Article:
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According to various informal analysis, we know that the running time of quickselect is o(n), by assuming thay the partition is always taking half of the array. However, my lecture gives without proof that if we do a formal analysis, we will get the following formula:

$$C_N = 2 N + 2 k ln (N / k) + 2 (N – k) ln (N / (N – k))$$

*$C_n$ is the number of compares if the array has N items.

Does anyone know how this formula is derived?

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closed as unclear what you're asking by D.W., Luke Mathieson, vonbrand, Nicholas Mancuso, Thomas Klimpel Aug 5 '15 at 22:39

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    $\begingroup$ How do you get o(n) rather than O(n)? $\;$ $\endgroup$ – user12859 Jul 17 '15 at 2:54
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    $\begingroup$ "we know that the running time of quickselect is o(n), by assuming thay the partition is always taking half of the array." -- No, we don't. We show that the expected runtime it in $O(n)$ by showing that (in the random permutation model) we get rid of half the values in expectation. Are you familiar with the principles of average-case analysis? $\endgroup$ – Raphael Jul 17 '15 at 7:12
  • $\begingroup$ 1. Please provide more context. What's $k$? What's $C_N$? Is $C_N$ the expected number of comparisons, the worst-case number of comparisons, or something else? 2. What research have you done? Have you done some searching to look for lecture notes on QuickSelect? Have you looked at standard algorithms textbooks? Many algorithms textbooks, and many online resources, give a detailed explanation of the analysis of running time of QuickSelect. $\endgroup$ – D.W. Jul 18 '15 at 1:24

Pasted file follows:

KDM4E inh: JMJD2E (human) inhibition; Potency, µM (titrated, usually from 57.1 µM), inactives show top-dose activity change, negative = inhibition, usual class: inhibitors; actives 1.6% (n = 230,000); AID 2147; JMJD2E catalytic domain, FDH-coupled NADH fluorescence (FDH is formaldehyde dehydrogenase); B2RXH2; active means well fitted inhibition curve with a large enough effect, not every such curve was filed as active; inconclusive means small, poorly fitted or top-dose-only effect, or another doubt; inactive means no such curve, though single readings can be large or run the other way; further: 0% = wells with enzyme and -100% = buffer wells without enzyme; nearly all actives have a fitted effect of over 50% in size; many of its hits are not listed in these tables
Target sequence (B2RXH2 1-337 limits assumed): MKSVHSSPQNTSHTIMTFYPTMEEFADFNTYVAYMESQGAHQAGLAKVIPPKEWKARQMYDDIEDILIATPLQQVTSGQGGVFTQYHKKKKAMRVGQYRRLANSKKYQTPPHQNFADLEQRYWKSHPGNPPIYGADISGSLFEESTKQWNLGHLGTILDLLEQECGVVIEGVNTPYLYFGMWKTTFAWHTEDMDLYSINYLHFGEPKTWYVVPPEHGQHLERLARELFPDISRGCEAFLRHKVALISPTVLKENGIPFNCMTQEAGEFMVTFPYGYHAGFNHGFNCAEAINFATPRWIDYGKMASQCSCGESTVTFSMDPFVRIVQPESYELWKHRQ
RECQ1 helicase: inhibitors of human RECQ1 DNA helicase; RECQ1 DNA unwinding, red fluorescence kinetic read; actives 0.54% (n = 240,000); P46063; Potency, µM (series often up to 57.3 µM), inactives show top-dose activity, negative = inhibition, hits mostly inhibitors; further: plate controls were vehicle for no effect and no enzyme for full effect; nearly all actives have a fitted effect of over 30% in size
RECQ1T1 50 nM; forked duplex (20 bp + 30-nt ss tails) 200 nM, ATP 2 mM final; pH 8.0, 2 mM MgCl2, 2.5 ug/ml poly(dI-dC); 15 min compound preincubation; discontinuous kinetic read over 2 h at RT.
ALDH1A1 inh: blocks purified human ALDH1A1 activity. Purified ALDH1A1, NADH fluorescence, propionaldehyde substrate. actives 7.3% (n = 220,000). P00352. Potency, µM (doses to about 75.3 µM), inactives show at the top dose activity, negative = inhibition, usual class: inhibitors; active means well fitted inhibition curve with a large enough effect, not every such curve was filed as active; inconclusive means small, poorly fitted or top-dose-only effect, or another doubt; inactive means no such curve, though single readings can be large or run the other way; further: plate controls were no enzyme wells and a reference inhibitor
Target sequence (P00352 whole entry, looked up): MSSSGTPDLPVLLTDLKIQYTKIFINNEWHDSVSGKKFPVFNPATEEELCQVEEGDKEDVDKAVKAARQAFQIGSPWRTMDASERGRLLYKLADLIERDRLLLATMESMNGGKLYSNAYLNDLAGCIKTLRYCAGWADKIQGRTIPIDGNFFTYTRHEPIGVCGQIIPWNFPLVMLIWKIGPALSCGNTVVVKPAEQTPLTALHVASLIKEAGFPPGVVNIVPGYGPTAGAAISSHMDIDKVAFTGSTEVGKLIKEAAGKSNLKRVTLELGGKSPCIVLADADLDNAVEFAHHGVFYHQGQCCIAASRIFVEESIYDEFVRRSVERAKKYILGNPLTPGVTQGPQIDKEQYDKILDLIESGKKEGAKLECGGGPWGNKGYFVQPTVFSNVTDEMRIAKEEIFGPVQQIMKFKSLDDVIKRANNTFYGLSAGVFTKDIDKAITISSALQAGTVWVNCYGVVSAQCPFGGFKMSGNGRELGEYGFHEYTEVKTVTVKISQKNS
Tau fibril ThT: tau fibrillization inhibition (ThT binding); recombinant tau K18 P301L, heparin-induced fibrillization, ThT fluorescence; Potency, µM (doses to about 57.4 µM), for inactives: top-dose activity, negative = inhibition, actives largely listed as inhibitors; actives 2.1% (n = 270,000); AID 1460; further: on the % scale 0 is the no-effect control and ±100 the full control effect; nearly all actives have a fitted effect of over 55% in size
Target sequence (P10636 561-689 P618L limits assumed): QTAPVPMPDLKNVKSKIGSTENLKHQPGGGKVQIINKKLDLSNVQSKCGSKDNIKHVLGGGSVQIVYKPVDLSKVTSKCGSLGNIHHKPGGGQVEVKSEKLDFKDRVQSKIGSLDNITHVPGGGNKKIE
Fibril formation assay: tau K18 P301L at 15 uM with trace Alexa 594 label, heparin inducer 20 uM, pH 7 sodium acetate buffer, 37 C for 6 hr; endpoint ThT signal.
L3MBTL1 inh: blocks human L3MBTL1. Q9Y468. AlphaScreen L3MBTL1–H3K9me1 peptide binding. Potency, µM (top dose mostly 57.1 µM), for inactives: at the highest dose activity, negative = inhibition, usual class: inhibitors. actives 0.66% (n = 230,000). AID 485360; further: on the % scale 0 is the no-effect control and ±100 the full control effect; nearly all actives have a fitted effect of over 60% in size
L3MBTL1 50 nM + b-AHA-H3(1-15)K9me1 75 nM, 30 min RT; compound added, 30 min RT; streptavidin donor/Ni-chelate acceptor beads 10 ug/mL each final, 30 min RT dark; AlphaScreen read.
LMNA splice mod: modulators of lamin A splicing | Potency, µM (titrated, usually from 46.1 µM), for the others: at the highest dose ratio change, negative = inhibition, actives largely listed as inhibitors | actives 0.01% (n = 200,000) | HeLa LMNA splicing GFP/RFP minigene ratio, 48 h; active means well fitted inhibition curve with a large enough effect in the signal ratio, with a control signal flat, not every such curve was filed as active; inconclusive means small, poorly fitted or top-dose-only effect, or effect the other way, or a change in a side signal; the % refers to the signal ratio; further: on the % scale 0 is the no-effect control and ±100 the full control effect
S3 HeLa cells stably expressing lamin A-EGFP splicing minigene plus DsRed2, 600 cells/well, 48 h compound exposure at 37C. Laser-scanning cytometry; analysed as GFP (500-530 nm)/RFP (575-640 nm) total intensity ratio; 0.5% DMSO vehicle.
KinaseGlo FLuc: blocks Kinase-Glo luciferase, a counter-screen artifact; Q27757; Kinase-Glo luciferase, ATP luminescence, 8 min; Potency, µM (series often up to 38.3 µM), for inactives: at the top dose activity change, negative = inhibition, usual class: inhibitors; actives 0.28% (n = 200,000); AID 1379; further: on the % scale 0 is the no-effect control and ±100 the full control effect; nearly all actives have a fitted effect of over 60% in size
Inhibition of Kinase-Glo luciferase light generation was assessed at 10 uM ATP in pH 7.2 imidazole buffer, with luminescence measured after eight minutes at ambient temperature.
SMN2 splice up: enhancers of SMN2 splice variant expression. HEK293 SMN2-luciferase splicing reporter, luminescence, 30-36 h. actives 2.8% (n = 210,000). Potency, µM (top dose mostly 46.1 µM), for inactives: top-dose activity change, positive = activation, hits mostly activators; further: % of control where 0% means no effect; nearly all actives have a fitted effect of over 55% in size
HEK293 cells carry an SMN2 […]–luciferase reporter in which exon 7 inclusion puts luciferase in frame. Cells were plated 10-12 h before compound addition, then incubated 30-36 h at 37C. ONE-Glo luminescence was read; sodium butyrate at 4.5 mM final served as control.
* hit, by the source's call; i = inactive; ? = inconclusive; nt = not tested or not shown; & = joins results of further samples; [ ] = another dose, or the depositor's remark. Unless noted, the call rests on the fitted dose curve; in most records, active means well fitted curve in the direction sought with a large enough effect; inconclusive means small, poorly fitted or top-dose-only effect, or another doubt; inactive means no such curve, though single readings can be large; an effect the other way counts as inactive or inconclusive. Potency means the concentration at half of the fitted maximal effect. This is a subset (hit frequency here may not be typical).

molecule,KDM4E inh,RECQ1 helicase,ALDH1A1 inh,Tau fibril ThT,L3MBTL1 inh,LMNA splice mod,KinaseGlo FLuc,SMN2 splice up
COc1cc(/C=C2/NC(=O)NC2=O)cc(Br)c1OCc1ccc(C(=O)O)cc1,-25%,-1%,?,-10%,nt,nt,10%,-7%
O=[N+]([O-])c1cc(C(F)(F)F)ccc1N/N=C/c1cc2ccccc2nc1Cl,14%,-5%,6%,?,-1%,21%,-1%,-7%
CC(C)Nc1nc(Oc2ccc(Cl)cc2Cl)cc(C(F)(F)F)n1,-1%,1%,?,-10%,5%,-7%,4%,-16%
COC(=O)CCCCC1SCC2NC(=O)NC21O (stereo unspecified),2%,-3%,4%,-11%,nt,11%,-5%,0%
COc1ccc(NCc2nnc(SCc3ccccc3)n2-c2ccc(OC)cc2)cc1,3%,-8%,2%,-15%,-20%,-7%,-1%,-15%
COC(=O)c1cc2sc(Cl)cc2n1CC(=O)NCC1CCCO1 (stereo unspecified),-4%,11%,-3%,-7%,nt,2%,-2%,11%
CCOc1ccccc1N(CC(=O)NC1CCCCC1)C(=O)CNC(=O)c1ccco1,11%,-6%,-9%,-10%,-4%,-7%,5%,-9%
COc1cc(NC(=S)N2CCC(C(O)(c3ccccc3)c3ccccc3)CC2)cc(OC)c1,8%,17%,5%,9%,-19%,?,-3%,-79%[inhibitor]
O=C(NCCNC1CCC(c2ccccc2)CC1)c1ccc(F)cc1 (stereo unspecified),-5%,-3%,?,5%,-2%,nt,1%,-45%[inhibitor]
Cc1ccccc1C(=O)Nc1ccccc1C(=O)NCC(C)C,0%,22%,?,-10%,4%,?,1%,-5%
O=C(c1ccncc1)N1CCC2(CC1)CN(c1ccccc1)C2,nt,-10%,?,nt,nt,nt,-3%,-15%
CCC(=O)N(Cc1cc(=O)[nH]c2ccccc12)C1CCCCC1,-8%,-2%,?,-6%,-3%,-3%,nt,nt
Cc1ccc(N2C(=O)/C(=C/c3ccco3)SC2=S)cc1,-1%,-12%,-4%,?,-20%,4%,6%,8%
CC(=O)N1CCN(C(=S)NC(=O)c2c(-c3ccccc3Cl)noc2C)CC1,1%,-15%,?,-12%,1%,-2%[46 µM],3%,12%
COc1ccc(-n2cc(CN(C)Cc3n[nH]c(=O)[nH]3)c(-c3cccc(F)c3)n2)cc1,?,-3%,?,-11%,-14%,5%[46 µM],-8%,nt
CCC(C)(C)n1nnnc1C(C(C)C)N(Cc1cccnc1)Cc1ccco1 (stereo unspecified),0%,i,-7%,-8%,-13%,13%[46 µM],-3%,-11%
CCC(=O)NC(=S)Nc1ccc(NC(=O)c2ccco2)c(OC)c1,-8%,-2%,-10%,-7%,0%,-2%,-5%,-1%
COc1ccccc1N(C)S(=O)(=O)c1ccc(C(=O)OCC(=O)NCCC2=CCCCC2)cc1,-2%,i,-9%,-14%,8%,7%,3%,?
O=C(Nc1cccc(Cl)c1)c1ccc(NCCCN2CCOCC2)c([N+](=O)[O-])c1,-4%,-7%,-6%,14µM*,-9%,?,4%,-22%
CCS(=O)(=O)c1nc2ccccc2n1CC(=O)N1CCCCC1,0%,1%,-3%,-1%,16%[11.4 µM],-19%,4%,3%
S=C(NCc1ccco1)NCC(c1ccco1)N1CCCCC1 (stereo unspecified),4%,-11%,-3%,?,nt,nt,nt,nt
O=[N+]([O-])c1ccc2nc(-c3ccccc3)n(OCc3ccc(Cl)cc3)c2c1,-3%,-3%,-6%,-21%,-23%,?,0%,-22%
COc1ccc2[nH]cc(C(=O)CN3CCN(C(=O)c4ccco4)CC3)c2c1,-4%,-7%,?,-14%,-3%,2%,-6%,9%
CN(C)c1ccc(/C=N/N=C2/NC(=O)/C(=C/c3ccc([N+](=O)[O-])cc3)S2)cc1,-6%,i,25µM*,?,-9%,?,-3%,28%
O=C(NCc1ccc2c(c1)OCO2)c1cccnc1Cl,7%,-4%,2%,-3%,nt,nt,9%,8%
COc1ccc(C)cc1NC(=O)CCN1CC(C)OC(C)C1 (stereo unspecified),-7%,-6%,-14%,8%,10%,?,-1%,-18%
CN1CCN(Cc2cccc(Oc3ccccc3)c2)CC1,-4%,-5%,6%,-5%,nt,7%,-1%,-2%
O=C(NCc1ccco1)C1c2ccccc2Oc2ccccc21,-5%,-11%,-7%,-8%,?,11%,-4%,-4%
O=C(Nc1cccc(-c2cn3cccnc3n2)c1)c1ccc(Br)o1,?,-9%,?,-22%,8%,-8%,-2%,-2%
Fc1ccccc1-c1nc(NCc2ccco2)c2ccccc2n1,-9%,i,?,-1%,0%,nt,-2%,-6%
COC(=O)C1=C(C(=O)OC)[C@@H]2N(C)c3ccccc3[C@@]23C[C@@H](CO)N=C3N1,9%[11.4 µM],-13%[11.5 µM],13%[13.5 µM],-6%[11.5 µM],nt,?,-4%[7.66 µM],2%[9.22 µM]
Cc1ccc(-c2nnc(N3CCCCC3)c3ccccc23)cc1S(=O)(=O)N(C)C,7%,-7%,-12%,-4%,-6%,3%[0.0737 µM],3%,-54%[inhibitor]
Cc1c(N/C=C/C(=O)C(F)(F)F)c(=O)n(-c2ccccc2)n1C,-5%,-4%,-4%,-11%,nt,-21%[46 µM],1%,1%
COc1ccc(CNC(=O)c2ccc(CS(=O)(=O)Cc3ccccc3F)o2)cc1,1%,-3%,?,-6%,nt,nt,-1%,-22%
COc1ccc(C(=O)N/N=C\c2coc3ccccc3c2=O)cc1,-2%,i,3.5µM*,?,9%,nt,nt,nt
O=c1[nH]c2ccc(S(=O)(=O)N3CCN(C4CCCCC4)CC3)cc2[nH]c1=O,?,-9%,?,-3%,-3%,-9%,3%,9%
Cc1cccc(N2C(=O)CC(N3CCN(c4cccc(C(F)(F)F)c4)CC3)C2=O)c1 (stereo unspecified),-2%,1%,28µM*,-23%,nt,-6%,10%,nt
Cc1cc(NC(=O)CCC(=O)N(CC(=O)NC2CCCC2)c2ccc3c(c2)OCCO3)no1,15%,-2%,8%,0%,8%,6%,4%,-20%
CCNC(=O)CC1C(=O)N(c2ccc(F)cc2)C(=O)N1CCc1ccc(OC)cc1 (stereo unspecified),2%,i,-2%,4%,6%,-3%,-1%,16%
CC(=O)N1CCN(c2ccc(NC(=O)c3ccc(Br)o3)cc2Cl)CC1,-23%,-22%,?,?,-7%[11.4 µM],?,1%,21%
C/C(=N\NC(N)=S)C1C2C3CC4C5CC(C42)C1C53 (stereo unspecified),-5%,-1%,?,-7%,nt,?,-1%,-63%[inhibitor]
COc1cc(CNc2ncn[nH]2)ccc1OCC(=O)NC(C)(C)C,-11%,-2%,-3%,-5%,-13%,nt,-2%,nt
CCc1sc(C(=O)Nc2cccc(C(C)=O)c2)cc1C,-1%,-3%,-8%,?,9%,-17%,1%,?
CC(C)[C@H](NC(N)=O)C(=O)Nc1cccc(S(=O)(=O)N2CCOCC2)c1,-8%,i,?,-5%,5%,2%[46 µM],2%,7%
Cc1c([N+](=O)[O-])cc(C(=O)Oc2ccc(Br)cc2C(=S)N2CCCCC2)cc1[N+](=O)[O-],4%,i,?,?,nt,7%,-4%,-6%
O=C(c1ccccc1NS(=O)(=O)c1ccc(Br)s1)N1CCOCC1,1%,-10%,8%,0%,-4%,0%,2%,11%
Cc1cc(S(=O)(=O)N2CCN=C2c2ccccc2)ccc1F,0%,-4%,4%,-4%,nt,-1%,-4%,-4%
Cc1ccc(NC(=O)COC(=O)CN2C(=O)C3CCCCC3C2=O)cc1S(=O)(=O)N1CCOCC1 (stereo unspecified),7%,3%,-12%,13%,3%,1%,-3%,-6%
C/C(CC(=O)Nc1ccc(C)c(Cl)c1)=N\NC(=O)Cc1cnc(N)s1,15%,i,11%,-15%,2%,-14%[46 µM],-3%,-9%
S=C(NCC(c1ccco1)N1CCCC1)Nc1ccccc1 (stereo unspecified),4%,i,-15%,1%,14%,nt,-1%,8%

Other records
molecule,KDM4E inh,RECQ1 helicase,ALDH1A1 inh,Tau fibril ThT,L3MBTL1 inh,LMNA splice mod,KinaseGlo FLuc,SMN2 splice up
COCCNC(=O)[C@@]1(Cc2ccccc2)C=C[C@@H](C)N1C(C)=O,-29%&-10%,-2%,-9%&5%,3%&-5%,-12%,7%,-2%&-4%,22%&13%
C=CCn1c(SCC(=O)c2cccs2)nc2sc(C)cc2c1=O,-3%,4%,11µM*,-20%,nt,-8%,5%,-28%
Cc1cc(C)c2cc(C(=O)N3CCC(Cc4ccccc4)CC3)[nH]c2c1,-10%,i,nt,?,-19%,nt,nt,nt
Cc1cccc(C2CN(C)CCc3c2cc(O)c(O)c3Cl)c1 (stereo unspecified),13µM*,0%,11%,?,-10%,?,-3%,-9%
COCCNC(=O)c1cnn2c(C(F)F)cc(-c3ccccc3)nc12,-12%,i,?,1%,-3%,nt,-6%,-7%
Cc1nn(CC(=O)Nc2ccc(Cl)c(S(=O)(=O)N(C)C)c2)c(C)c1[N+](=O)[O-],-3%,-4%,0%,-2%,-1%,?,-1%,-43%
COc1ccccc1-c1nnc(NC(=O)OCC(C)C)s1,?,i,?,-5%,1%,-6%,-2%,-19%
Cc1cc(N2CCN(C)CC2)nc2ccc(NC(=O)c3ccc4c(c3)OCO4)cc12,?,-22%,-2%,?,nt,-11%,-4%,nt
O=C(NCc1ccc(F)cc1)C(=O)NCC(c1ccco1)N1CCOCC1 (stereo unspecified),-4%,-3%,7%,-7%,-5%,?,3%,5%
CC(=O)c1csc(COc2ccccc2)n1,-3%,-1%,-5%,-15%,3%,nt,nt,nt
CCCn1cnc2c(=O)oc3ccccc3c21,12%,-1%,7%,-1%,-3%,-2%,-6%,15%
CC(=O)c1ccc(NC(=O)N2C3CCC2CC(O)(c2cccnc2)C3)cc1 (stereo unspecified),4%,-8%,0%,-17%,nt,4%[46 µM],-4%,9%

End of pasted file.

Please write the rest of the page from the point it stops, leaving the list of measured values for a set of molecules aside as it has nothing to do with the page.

• $\begingroup$ 3. In fact, the Wikipedia article on QuickSelect links to an analysis of QuickSelect's running time, which happens to give a similar (but not identical) formula and to explain where each term came from. Does that analysis help with your question? We expect you to do a significant amount of research before asking, and to show us in the question what you've done. [Generally, if the answer can be found by going to the obvious place on Wikipedia, you need to do more research before asking.] $\endgroup$ – D.W. Jul 18 '15 at 1:27
  • $\begingroup$ k is the index of the pivot. CLRS and algorithms by kevin wayne both do not have an analysis. Thats why i am asking. And i don't quite understand the article you linked. I ask here because I am looking for an easy to understand analysis, or intuition, even if it does not list the exact analysis. @D.W. $\endgroup$ – user10024395 Jul 19 '15 at 14:46